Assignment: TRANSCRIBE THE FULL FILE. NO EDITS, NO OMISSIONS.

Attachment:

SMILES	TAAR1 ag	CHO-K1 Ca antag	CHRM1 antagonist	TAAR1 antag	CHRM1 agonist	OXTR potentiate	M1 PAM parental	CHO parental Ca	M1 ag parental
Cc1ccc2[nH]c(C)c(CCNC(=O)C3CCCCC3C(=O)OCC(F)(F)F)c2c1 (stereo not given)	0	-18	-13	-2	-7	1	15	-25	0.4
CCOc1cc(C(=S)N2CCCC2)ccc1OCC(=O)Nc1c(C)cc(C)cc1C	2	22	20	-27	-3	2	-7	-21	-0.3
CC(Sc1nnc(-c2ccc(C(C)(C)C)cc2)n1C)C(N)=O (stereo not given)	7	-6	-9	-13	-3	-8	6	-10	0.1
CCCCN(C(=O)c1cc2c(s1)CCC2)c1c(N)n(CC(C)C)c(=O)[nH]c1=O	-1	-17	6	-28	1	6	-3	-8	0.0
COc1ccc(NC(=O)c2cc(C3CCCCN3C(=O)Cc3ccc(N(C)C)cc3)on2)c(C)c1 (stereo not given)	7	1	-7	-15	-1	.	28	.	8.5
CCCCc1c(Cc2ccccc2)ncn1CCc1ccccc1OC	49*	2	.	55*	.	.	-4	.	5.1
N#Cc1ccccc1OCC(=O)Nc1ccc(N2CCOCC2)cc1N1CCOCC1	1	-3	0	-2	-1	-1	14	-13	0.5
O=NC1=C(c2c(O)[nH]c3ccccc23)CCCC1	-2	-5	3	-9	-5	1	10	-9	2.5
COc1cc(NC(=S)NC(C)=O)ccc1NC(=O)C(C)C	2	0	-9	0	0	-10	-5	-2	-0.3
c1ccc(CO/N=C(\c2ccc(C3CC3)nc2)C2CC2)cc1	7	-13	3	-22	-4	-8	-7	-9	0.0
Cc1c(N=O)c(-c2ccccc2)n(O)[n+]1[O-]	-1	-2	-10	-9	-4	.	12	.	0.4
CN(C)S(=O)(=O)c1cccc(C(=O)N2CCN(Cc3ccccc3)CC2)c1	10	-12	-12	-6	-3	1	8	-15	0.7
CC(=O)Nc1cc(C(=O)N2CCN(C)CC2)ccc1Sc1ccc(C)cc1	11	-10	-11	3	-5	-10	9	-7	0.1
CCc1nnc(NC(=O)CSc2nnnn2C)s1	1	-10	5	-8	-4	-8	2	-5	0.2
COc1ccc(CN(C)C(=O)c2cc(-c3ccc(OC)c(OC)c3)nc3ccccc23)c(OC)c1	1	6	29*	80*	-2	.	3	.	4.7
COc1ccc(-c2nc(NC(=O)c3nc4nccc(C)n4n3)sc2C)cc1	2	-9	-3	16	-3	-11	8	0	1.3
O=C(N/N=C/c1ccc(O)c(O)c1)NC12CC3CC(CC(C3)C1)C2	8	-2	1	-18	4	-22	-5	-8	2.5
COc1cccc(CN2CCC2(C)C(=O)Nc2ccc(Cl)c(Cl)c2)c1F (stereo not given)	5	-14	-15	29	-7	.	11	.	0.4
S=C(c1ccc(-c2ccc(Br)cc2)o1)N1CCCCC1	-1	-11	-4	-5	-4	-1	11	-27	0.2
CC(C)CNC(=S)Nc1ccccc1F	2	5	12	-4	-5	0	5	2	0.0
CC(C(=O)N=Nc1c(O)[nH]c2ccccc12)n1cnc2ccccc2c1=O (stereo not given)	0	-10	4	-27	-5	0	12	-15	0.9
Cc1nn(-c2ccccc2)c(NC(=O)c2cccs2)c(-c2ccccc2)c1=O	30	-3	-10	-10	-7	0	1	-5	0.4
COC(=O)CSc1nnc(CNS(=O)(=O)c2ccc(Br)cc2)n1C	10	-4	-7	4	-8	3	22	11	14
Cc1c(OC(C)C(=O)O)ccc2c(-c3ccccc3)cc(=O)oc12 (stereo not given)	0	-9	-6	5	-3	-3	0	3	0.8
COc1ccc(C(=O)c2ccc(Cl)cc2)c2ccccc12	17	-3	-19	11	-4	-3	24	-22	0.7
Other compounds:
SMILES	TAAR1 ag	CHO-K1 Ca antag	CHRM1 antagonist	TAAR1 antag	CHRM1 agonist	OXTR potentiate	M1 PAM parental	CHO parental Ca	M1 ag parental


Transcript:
SMILES	TAAR1 ag	CHO-K1 Ca antag	CHRM1 antagonist	TAAR1 antag	CHRM1 agonist	OXTR potentiate	M1 PAM parental	CHO parental Ca	M1 ag parental
Cc1ccc2[nH]c(C)c(CCNC(=O)C3CCCCC3C(=O)OCC(F)(F)F)c2c1 (stereo not given)	0	-18	-13	-2	-7	1	15	-25	0.4
CCOc1cc(C(=S)N2CCCC2)ccc1OCC(=O)Nc1c(C)cc(C)cc1C	2	22	20	-27	-3	2	-7	-21	-0.3
CC(Sc1nnc(-c2ccc(C(C)(C)C)cc2)n1C)C(N)=O (stereo not given)	7	-6	-9	-13	-3	-8	6	-10	0.1
CCCCN(C(=O)c1cc2c(s1)CCC2)c1c(N)n(CC(C)C)c(=O)[nH]c1=O	-1	-17	6	-28	1	6	-3	-8	0.0
COc1ccc(NC(=O)c2cc(C3CCCCN3C(=O)Cc3ccc(N(C)C)cc3)on2)c(C)c1 (stereo not given)	7	1	-7	-15	-1	.	28	.	8.5
CCCCc1c(Cc2ccccc2)ncn1CCc1ccccc1OC	49*	2	.	55*	.	.	-4	.	5.1
N#Cc1ccccc1OCC(=O)Nc1ccc(N2CCOCC2)cc1N1CCOCC1	1	-3	0	-2	-1	-1	14	-13	0.5
O=NC1=C(c2c(O)[nH]c3ccccc23)CCCC1	-2	-5	3	-9	-5	1	10	-9	2.5
COc1cc(NC(=S)NC(C)=O)ccc1NC(=O)C(C)C	2	0	-9	0	0	-10	-5	-2	-0.3
c1ccc(CO/N=C(\c2ccc(C3CC3)nc2)C2CC2)cc1	7	-13	3	-22	-4	-8	-7	-9	0.0
Cc1c(N=O)c(-c2ccccc2)n(O)[n+]1[O-]	-1	-2	-10	-9	-4	.	12	.	0.4
CN(C)S(=O)(=O)c1cccc(C(=O)N2CCN(Cc3ccccc3)CC2)c1	10	-12	-12	-6	-3	1	8	-15	0.7
CC(=O)Nc1cc(C(=O)N2CCN(C)CC2)ccc1Sc1ccc(C)cc1	11	-10	-11	3	-5	-10	9	-7	0.1
CCc1nnc(NC(=O)CSc2nnnn2C)s1	1	-10	5	-8	-4	-8	2	-5	0.2
COc1ccc(CN(C)C(=O)c2cc(-c3ccc(OC)c(OC)c3)nc3ccccc23)c(OC)c1	1	6	29*	80*	-2	.	3	.	4.7
COc1ccc(-c2nc(NC(=O)c3nc4nccc(C)n4n3)sc2C)cc1	2	-9	-3	16	-3	-11	8	0	1.3
O=C(N/N=C/c1ccc(O)c(O)c1)NC12CC3CC(CC(C3)C1)C2	8	-2	1	-18	4	-22	-5	-8	2.5
COc1cccc(CN2CCC2(C)C(=O)Nc2ccc(Cl)c(Cl)c2)c1F (stereo not given)	5	-14	-15	29	-7	.	11	.	0.4
S=C(c1ccc(-c2ccc(Br)cc2)o1)N1CCCCC1	-1	-11	-4	-5	-4	-1	11	-27	0.2
CC(C)CNC(=S)Nc1ccccc1F	2	5	12	-4	-5	0	5	2	0.0
CC(C(=O)N=Nc1c(O)[nH]c2ccccc12)n1cnc2ccccc2c1=O (stereo not given)	0	-10	4	-27	-5	0	12	-15	0.9
Cc1nn(-c2ccccc2)c(NC(=O)c2cccs2)c(-c2ccccc2)c1=O	30	-3	-10	-10	-7	0	1	-5	0.4
COC(=O)CSc1nnc(CNS(=O)(=O)c2ccc(Br)cc2)n1C	10	-4	-7	4	-8	3	22	11	14
Cc1c(OC(C)C(=O)O)ccc2c(-c3ccccc3)cc(=O)oc12 (stereo not given)	0	-9	-6	5	-3	-3	0	3	0.8
COc1ccc(C(=O)c2ccc(Cl)cc2)c2ccccc12	17	-3	-19	11	-4	-3	24	-22	0.7
Other compounds:
SMILES	TAAR1 ag	CHO-K1 Ca antag	CHRM1 antagonist	TAAR1 antag	CHRM1 agonist	OXTR potentiate	M1 PAM parental	CHO parental Ca	M1 ag parental